Monday, January 15, 2007

Helpful Hints, from stressed-out budding-lawyers

As you know, I've been studying for the February New York bar like a maniac (in addition to working full time). One of the (many) bummers about studying for that beast is that I'm doing it in total isolation- not only am I not taking a bar review course, I don't know anyone else who is studying for it since it is the "off" time (i.e. not the July test date) and also since the closest law school is probably Cornell in Ithaca - 60 miles away.

Now put this into perspective- when I was studying for the California bar in June/July 1999, it seemed like I couldn't get away from other people studying for the bar. I lived in Beverly Hills, took the course in Manhattan Beach and also studied in Palos Verdes- these are prime locations to walk into any Starbucks or library and find a bunch of stressed-out-looking people with huge stacks of books in front of them, being really cranky at anyone who distracts them.

In Binghamton? Not so much. If I head to our local county library, I am far more likely to recognize some of the local sex offenders (who all seem to live within a block of it) than anyone actually studying. The only good thing about finding others who are studying for the bar is that you really need someone to - not so much to study with- but to commiserate with.

So I decided to find some human connection and support in the place where I've been forced to turn for the past year since I moved here. . . the Internet! So I thought I'd share some of the more hilarious pearls of wisdom that I found on people's blogs yesterday. I think they give the reader an accurate glimpse into the uniquely hellish cocoon that is Bar Exam Studying:

1. "Take advantage of time to shop during your last semester, and stock up on shorts/pants with stretchy waistbands. You will need them for your Bar Review fat. Trust me."

2. "Consider setting up a food delivery service and/or maid service if you can afford it."

3. "When you go to pick up your BarBri books, keep in mind that you will get a giant box with 9 ginormous books in them that is VERY HEAVY and awkward to carry. Plan accordingly."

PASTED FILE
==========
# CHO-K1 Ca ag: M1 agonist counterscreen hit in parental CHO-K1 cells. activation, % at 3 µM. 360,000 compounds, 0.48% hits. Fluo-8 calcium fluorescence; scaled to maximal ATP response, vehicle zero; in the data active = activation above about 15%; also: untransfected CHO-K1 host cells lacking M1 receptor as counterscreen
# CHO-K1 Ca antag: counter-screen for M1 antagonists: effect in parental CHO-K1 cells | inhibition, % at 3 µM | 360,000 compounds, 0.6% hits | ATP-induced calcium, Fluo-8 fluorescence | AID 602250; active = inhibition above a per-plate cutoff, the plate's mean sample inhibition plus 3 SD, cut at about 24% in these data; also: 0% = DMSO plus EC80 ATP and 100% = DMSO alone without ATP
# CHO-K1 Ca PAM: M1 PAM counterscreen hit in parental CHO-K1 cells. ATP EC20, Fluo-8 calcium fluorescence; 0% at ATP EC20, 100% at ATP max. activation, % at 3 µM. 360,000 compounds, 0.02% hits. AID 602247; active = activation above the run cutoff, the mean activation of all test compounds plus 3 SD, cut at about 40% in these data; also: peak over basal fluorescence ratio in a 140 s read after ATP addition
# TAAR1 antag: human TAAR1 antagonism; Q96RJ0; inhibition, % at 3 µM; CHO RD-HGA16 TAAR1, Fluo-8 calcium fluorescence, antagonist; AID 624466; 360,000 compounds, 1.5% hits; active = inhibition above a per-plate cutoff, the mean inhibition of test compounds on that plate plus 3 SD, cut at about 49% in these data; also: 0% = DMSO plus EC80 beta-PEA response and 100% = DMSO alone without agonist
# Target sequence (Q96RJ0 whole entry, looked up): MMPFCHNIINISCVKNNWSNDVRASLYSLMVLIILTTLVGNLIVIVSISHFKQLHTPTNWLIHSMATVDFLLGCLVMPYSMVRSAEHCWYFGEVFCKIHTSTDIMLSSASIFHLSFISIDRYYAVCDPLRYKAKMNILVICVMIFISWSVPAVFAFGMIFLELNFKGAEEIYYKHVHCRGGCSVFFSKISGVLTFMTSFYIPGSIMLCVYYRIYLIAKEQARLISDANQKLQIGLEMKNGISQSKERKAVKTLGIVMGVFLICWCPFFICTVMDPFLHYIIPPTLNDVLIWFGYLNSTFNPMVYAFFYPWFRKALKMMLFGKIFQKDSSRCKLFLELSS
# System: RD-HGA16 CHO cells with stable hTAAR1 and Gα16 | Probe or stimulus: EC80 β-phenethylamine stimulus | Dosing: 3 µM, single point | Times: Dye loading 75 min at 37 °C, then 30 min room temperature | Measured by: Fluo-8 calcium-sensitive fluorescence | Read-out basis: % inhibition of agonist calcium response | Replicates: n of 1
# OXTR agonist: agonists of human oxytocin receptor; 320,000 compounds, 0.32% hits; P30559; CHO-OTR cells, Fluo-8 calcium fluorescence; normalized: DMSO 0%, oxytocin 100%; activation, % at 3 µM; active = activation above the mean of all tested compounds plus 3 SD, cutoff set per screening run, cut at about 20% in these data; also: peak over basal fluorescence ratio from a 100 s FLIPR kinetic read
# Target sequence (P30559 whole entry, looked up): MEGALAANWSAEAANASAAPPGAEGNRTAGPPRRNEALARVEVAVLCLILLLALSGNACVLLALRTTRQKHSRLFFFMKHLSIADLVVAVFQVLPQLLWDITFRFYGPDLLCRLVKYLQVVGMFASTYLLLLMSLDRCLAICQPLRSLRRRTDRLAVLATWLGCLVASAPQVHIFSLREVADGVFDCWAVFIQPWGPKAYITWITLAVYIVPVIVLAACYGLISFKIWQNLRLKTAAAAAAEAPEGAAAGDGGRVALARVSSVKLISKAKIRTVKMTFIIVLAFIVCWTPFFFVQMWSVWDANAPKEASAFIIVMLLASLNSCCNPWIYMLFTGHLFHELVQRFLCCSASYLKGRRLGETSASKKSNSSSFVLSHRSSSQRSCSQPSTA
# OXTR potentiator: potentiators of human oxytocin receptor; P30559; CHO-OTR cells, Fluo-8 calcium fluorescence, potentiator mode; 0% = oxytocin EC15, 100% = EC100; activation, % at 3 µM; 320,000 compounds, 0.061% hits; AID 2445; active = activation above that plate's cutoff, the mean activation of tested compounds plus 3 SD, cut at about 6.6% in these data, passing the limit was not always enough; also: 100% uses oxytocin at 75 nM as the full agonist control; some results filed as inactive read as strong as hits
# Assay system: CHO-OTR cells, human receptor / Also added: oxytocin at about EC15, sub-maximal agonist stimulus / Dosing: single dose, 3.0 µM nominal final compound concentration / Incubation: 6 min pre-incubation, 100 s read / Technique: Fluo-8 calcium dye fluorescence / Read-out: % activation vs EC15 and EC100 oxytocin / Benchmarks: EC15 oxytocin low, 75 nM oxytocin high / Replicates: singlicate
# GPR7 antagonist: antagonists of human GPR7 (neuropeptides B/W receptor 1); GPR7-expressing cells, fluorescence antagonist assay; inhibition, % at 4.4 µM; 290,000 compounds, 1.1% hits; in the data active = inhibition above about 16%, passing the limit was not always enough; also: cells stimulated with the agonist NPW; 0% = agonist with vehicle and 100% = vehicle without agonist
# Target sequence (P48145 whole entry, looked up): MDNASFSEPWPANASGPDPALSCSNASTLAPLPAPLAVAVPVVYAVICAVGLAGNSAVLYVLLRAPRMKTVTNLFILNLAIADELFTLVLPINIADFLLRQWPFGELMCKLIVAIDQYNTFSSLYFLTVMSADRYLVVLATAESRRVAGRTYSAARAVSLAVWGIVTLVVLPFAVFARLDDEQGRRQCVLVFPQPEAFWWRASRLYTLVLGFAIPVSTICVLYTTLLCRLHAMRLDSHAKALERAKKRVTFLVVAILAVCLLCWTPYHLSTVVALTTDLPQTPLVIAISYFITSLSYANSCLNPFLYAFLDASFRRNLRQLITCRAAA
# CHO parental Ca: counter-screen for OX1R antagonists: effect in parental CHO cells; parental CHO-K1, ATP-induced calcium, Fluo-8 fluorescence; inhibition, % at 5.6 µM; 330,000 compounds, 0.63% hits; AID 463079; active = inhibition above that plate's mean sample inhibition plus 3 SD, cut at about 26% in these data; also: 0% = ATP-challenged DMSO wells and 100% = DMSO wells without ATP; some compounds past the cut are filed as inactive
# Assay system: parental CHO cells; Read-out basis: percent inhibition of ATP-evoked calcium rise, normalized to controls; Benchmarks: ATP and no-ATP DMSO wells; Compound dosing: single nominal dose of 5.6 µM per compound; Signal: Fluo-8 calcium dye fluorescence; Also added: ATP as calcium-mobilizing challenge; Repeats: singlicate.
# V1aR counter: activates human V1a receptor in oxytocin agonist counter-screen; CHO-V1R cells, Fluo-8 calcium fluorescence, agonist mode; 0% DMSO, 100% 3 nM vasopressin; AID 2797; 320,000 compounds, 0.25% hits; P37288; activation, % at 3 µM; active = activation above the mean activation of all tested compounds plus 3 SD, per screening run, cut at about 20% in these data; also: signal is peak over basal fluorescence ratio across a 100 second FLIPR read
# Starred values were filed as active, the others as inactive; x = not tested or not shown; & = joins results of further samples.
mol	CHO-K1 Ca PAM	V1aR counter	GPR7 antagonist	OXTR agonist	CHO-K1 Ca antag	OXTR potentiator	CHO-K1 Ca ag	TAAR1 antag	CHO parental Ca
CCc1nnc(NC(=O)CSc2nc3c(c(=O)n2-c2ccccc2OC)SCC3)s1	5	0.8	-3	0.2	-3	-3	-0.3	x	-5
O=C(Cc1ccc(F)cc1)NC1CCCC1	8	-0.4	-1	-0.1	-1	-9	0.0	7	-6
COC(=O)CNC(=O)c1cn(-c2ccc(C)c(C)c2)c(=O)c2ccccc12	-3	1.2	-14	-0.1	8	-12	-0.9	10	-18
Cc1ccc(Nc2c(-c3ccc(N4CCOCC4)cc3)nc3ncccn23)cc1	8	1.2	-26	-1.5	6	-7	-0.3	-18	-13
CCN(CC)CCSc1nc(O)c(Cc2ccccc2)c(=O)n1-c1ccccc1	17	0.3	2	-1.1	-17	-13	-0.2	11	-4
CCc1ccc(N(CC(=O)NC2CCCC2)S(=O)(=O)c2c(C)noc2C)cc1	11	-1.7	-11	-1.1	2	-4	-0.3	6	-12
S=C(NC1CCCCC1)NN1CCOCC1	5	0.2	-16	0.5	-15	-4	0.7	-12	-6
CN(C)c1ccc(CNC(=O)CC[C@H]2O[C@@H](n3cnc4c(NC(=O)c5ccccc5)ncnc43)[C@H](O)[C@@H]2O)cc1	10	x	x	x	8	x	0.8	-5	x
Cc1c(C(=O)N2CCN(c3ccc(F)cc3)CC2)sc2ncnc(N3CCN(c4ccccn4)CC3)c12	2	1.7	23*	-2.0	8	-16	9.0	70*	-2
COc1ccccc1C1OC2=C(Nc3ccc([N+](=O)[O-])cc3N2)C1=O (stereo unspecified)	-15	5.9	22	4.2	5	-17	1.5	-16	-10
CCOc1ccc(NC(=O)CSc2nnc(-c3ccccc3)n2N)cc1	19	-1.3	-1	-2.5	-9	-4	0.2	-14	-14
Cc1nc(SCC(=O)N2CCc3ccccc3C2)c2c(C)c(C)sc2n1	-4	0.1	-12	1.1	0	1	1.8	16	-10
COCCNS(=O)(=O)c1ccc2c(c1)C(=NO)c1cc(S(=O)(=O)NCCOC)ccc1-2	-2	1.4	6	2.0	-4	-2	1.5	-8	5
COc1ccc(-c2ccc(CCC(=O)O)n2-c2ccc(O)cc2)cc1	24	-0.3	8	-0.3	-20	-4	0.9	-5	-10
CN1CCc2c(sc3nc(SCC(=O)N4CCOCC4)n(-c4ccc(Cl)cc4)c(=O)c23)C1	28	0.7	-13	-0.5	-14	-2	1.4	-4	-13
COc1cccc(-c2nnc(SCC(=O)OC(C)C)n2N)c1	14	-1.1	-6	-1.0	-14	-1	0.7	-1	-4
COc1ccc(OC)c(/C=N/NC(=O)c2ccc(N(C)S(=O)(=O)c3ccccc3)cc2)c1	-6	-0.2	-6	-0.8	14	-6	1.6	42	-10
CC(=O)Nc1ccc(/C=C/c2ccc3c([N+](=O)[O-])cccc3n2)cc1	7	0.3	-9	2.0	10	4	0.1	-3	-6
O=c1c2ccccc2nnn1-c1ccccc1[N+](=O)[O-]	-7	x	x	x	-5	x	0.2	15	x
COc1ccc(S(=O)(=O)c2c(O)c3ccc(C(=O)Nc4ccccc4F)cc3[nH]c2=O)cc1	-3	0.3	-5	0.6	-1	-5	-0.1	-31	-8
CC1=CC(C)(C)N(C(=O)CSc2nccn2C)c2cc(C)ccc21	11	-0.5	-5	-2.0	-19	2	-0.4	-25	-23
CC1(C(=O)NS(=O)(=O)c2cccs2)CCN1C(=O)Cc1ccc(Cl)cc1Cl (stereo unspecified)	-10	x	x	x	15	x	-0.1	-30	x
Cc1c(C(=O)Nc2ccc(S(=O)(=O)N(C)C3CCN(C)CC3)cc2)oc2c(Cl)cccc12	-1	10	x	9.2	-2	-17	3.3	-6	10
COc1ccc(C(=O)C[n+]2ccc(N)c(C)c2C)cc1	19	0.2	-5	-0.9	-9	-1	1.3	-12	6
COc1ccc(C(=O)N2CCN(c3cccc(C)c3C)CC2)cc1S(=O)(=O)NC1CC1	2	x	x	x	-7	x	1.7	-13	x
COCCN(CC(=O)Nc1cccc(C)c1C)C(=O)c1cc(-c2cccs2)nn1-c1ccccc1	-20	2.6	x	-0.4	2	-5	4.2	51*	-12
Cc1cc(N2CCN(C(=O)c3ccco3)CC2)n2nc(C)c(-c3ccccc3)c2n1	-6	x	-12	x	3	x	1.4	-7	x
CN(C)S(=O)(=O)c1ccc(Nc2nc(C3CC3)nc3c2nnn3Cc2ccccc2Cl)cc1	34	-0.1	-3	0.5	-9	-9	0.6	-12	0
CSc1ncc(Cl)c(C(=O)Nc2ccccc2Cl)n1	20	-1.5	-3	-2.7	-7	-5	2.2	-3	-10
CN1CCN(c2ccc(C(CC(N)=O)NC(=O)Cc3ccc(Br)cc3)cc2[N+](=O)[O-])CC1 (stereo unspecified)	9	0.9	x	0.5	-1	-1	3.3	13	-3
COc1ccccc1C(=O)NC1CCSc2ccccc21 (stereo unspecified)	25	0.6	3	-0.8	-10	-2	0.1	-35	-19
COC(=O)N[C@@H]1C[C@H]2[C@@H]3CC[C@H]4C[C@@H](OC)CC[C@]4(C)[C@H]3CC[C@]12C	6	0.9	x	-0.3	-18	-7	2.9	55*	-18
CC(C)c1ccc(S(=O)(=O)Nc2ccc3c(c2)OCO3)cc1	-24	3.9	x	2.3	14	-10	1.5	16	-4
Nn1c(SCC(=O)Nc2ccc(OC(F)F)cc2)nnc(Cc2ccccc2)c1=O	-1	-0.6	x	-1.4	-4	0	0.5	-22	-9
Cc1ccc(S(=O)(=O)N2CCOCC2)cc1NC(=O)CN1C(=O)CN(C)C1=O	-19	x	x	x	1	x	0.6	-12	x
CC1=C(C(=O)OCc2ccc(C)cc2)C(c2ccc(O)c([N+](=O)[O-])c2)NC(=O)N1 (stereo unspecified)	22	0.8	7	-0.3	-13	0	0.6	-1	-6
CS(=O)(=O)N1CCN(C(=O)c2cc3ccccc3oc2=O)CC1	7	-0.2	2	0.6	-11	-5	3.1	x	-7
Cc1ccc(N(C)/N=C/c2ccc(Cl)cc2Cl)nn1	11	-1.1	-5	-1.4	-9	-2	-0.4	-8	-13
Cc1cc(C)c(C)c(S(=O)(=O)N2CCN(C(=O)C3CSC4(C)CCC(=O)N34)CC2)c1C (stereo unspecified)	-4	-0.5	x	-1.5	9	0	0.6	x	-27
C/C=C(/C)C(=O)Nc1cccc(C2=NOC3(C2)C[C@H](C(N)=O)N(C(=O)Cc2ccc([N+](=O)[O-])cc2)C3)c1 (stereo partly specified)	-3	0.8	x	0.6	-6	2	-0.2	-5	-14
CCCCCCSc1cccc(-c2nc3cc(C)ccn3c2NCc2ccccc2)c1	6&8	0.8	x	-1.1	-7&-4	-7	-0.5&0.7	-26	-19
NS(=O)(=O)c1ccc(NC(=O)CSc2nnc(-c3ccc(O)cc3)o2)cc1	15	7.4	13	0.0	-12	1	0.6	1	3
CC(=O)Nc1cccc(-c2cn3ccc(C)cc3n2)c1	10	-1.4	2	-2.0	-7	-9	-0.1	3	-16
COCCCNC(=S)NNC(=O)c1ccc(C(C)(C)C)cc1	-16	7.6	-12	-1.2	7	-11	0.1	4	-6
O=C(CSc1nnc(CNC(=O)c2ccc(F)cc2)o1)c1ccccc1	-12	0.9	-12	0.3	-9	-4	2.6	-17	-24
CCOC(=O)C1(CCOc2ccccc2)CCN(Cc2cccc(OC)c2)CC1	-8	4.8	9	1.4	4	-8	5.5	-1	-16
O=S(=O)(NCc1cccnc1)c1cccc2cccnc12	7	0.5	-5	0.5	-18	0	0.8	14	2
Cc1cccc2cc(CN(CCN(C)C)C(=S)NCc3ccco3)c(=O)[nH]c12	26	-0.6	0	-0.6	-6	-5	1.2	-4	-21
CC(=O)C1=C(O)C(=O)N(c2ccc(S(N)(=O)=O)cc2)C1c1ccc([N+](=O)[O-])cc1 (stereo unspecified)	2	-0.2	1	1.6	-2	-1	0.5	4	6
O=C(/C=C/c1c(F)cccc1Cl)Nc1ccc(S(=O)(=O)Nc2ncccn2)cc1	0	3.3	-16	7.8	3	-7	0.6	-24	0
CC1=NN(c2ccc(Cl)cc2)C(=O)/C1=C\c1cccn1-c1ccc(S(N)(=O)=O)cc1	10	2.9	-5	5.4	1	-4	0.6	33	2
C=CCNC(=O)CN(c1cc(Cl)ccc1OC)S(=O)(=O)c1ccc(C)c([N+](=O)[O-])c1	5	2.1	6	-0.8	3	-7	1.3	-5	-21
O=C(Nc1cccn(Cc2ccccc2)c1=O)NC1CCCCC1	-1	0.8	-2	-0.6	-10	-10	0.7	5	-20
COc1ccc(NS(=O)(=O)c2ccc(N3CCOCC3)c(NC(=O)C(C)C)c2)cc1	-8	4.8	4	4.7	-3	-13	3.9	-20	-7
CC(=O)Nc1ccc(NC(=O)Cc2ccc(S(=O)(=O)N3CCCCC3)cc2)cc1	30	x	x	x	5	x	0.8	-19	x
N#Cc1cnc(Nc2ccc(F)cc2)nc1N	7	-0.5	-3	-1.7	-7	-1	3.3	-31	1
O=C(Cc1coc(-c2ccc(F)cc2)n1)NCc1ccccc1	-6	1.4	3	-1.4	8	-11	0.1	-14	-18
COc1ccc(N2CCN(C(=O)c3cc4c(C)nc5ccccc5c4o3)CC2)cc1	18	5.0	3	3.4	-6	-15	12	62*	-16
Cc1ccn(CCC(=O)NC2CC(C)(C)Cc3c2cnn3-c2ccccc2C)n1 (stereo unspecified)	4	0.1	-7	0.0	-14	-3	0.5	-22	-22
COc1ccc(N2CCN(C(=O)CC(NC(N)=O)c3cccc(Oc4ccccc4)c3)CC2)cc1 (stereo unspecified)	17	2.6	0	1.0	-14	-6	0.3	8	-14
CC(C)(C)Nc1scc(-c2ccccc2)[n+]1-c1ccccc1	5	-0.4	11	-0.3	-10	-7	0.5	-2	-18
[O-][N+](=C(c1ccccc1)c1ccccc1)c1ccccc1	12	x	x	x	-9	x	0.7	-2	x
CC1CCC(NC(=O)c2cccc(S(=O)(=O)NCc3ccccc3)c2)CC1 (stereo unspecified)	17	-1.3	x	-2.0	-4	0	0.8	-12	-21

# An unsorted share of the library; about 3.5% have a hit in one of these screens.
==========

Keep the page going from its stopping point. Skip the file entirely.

4. "You might find it useful to learn and practice meditation breathing techniques in order to calm yourself down when you start to panic (for use during the actual exam)."

5. "Make sure your significant other understands that he/she is not permitted to break up with you during this time."

6. "Your family and friends won't really understand what you're going through, and this can be isolating. I found it helpful to ask them to imagine that I was pregnant and due at the end of July. It's analogous -- you will need their support during an intense and stressful time; you will have to do what's best for *you* and be more selfish than normal during this unique experience, and they will have to be understanding about that; your mood swings may make you unpredictable; and they will need to remember that it's only temporary, so you are not being unreasonable."

7. "Plan ahead and ask a close friend or relative if they can bring your dog or cat to the vet if it becomes necessary right before the Exam. Animals are very observant and will know that you are stressed, and this may in turn make them stressed, and they might start feeling ill or start doing weird things."

I did not make any of these up. I think the first and the last are my favorite. I don't know if this exercise made me feel any better or worse, but what I found sure did make me laugh!

1 comment:

wheeedle said...

Re #7: nothing like an acutely incontinent dog or a cat-turned-dandruff machine to amuse you during your stress.